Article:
MOUNT VERNON — U.S. Sen. Patty Murray visited Skagit Valley College on Tuesday to talk about the push to make community colleges free nationwide.
“This is something I have hoped and dreamed about for a long time,” said Murray, the chair of the Senate Health, Education, Labor and Pensions Committee. “To me, this is absolutely critical.”
The proposal is a part of the Build Back Better Agenda that President Biden and Democrats are working to move through Congress, Murray said.
The first part of that agenda, which has already passed the Senate and is awaiting action in the House, has focused on infrastructure, she said. The second part will focus on the human aspect, including child care and free tuition.
“Our community colleges put higher education within reach for more people, provide opportunities to help workers gain skills and get jobs, and help students transition to four-year colleges,” Murray said in a news release.
Murray’s recently re-introduced America’s College Promise Act would ensure first-time students and workers wanting to retrain could earn a degree or credential at a community college for free, the release states.
Seventy percent of jobs in the U.S. today require some sort of higher education, she said Tuesday at a roundtable held at the college.
“We have to, as a country, make these types of investments,” said Murray, who was a community college instructor before entering politics. “(Community colleges) are actually talking to employers in your community and talking about what they need.”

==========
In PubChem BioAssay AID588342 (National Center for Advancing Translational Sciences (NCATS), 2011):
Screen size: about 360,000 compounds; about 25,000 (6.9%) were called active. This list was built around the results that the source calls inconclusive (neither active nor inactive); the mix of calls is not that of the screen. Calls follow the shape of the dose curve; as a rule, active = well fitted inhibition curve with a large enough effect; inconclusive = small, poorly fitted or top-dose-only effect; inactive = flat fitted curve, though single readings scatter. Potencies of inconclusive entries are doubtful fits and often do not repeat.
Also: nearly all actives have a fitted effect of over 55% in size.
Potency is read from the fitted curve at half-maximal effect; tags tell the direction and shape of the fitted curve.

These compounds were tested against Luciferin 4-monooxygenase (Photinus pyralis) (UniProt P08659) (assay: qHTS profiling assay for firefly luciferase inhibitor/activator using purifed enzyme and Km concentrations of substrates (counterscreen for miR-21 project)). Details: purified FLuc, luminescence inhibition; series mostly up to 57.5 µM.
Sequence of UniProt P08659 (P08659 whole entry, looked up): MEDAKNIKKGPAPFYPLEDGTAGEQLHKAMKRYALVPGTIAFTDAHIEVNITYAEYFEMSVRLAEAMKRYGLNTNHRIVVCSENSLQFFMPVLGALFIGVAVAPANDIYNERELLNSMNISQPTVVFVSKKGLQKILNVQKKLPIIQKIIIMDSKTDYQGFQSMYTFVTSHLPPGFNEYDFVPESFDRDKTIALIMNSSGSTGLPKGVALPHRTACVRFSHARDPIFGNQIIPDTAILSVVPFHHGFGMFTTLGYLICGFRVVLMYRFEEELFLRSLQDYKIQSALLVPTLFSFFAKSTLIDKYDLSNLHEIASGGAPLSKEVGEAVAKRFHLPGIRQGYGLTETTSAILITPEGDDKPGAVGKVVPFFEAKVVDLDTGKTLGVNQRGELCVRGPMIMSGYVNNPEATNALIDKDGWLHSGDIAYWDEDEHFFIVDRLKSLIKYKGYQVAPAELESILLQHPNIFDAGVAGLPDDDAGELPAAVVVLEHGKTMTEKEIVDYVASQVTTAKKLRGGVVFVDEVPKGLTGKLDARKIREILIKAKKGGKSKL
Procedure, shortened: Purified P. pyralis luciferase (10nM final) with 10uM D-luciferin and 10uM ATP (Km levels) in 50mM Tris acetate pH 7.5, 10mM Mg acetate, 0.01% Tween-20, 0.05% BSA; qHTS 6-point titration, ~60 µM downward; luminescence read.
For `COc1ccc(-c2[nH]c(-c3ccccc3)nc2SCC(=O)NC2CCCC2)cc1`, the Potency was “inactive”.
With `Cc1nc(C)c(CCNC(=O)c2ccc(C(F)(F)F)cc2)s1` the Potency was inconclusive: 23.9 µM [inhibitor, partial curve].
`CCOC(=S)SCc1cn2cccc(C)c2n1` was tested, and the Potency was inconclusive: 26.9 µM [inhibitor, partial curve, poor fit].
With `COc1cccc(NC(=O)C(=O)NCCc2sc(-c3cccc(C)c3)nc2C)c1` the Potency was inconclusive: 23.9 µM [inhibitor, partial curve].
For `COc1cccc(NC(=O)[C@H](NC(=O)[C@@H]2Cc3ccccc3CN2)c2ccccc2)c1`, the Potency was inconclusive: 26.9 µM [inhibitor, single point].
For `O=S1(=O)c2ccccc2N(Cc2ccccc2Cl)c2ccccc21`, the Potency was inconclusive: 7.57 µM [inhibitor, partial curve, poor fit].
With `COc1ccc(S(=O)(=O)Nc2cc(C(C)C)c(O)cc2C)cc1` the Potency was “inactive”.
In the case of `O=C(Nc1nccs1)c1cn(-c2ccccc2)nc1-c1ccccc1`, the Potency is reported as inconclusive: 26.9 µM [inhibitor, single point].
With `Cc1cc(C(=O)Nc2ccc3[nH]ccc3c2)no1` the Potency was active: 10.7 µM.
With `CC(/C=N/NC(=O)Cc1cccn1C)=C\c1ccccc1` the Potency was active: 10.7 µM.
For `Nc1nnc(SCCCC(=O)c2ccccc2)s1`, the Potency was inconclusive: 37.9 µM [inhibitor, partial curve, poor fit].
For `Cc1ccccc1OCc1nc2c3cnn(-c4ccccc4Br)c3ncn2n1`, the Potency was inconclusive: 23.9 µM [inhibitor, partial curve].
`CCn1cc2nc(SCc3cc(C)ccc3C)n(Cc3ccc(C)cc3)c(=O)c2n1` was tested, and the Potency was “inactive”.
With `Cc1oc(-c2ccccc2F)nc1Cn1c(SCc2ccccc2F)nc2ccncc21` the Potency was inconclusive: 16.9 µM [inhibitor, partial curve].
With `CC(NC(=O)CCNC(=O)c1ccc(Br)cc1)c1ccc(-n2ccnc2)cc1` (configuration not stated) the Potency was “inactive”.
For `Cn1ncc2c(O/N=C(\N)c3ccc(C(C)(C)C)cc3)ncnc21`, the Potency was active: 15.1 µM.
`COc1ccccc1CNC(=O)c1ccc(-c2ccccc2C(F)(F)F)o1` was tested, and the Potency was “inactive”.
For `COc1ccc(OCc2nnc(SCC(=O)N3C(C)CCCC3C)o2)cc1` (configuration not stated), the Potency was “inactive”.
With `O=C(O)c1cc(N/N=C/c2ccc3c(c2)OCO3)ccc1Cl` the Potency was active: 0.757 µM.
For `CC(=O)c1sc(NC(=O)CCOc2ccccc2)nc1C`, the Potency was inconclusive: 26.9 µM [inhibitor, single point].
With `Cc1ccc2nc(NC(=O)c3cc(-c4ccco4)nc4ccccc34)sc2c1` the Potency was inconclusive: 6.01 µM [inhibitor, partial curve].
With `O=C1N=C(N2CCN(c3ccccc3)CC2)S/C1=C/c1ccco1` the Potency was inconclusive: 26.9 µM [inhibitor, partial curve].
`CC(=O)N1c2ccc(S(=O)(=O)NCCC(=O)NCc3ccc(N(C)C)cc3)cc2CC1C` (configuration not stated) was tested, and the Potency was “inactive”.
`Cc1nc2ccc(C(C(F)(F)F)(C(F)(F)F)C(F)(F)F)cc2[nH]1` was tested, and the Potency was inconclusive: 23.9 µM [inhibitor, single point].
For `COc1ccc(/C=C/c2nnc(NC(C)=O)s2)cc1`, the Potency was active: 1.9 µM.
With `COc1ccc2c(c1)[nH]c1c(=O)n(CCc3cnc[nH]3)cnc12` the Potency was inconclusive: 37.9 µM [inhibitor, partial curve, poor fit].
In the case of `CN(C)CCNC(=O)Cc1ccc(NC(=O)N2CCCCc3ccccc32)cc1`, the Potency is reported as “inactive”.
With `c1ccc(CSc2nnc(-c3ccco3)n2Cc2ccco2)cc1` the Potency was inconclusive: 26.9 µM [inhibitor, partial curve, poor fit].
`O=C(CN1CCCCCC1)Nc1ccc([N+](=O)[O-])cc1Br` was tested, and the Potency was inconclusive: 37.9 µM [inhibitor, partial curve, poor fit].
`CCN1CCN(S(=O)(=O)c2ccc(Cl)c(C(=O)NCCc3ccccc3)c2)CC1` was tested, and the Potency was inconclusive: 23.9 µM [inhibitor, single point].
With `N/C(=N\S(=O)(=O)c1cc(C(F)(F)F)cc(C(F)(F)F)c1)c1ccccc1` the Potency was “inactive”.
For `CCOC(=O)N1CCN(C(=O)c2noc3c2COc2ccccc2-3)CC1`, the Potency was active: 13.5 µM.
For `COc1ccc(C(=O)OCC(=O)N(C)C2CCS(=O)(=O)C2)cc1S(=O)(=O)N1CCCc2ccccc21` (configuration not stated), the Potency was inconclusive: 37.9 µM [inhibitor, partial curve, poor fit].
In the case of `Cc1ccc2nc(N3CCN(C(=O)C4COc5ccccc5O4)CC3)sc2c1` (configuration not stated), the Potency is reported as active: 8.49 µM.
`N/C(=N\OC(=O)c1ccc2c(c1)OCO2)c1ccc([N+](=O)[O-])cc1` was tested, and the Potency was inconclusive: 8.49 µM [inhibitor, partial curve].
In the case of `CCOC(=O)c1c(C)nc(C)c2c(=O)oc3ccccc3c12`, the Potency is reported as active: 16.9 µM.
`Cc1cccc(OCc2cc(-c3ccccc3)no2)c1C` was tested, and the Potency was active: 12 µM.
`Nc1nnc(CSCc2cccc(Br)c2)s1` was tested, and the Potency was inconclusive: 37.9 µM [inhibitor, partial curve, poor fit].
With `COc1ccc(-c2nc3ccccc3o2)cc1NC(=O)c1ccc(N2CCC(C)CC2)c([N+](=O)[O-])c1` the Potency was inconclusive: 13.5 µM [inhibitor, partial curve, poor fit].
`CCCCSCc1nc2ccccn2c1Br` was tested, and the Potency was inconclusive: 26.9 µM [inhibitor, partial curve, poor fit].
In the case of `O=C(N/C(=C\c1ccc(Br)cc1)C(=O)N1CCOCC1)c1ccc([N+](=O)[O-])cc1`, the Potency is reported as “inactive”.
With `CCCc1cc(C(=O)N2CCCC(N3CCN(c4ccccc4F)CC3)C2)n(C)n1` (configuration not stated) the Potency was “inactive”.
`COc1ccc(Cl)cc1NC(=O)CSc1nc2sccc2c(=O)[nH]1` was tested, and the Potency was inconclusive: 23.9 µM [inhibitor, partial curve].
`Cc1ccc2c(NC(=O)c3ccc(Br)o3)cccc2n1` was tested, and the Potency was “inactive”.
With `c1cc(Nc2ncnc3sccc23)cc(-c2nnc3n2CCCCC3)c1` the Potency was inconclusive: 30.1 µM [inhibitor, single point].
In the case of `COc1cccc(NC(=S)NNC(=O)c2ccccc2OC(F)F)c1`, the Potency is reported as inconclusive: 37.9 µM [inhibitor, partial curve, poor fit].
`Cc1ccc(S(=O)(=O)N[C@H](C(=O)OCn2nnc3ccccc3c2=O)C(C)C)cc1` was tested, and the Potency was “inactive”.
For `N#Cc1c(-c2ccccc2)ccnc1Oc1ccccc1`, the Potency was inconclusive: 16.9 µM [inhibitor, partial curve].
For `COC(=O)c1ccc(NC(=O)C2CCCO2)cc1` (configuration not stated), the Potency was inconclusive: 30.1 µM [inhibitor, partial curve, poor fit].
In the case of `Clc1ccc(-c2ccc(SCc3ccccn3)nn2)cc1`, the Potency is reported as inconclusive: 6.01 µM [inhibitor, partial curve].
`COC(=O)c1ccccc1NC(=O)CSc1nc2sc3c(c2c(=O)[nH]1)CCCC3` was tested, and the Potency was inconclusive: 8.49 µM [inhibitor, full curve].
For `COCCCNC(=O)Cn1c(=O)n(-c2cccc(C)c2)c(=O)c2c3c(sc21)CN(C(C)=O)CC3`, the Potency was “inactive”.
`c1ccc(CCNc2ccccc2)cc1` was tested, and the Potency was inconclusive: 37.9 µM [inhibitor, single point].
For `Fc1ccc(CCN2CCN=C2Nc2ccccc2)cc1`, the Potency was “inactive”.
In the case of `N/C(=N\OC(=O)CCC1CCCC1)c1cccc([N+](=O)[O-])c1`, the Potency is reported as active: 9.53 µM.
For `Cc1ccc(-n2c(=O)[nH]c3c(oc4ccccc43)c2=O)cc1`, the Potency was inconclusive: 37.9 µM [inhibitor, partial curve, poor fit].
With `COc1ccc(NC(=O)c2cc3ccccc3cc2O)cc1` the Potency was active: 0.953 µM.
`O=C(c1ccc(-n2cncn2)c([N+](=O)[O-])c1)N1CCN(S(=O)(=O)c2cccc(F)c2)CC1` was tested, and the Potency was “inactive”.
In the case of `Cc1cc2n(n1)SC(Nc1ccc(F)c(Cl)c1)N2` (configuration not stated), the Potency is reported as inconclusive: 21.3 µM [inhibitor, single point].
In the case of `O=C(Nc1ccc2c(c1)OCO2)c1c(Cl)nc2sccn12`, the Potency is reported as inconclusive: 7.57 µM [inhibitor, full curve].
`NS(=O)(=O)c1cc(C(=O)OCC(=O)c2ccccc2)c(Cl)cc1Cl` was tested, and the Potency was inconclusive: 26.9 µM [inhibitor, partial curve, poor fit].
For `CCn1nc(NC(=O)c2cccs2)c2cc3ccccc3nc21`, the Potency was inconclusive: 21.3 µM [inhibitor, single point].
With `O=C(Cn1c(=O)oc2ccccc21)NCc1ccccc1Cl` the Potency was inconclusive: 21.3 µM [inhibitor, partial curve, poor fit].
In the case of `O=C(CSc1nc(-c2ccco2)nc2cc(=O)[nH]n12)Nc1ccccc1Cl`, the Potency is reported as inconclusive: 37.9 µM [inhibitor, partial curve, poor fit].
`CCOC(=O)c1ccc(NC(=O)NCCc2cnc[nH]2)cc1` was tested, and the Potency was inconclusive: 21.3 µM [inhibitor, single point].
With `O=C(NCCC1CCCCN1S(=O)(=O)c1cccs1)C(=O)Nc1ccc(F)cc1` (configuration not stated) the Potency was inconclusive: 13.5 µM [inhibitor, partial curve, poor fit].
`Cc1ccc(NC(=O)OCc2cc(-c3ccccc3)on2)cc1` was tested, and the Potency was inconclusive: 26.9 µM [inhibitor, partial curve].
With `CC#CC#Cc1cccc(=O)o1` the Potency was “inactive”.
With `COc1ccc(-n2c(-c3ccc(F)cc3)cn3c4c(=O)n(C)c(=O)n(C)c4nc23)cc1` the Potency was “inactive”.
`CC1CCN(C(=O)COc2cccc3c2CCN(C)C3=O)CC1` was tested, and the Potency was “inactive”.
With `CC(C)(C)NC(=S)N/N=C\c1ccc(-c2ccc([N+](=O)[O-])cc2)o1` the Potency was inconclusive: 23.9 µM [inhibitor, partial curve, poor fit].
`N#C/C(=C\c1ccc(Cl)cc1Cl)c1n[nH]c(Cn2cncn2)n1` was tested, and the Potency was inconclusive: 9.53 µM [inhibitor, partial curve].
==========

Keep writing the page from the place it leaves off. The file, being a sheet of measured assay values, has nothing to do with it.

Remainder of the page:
The idea of free community college is something Skagit Valley College has pursued in recent years, said state Rep. Dave Paul, D-Oak Harbor, who is the college’s director of external relations.
“We just could not get the math to work,” Paul said.
That doesn’t mean the need isn’t there, or that local residents wouldn’t benefit.
“This is definitely something we need,” Skagit Valley College student Gary Shelby told Murray at the roundtable.
Shelby, who is the first in his family to go to college, said his goal is to get his doctorate in political science and one day teach political science at Skagit Valley College before maybe moving into state politics.
Not having to struggle to pay for community college would help him achieve his goals and give back to his community, he said.
“That’s something that’s good for the future of the country,” he said. “I’m going to invest myself back into the community.”
For student Adalis Castellanos, having community college be free would mean more than not having to pay a bill.
“It’s about a freedom for the future,” she said.
For many students, having to pay tuition on top of other expenses such as rent, books, food and gas is a burden that can cause them to not get the jobs they want or to drop out.
Free community college would break down that barrier, Murray said.
“We need people like you who have such potential to give back to their communities,” she told those at the roundtable.
As the country starts the COVID-19 recovery process, now is the time to address changes necessary for economic recovery, including education and child care, she said.
“For a lot of our students today, COVID has really devastated their finances,” Murray said.
If tuition is a barrier for students, it needs to be addressed, she said. Especially since many community colleges, including Skagit Valley College, have a focus on health care, which the pandemic has shown is a much-needed field.
While in the area, Murray also visited Whatcom County to talk about child care and Seattle to talk about public health— topics she said are important in a post-pandemic world.
“Those are the basic things people need to get back on their feet,” she said.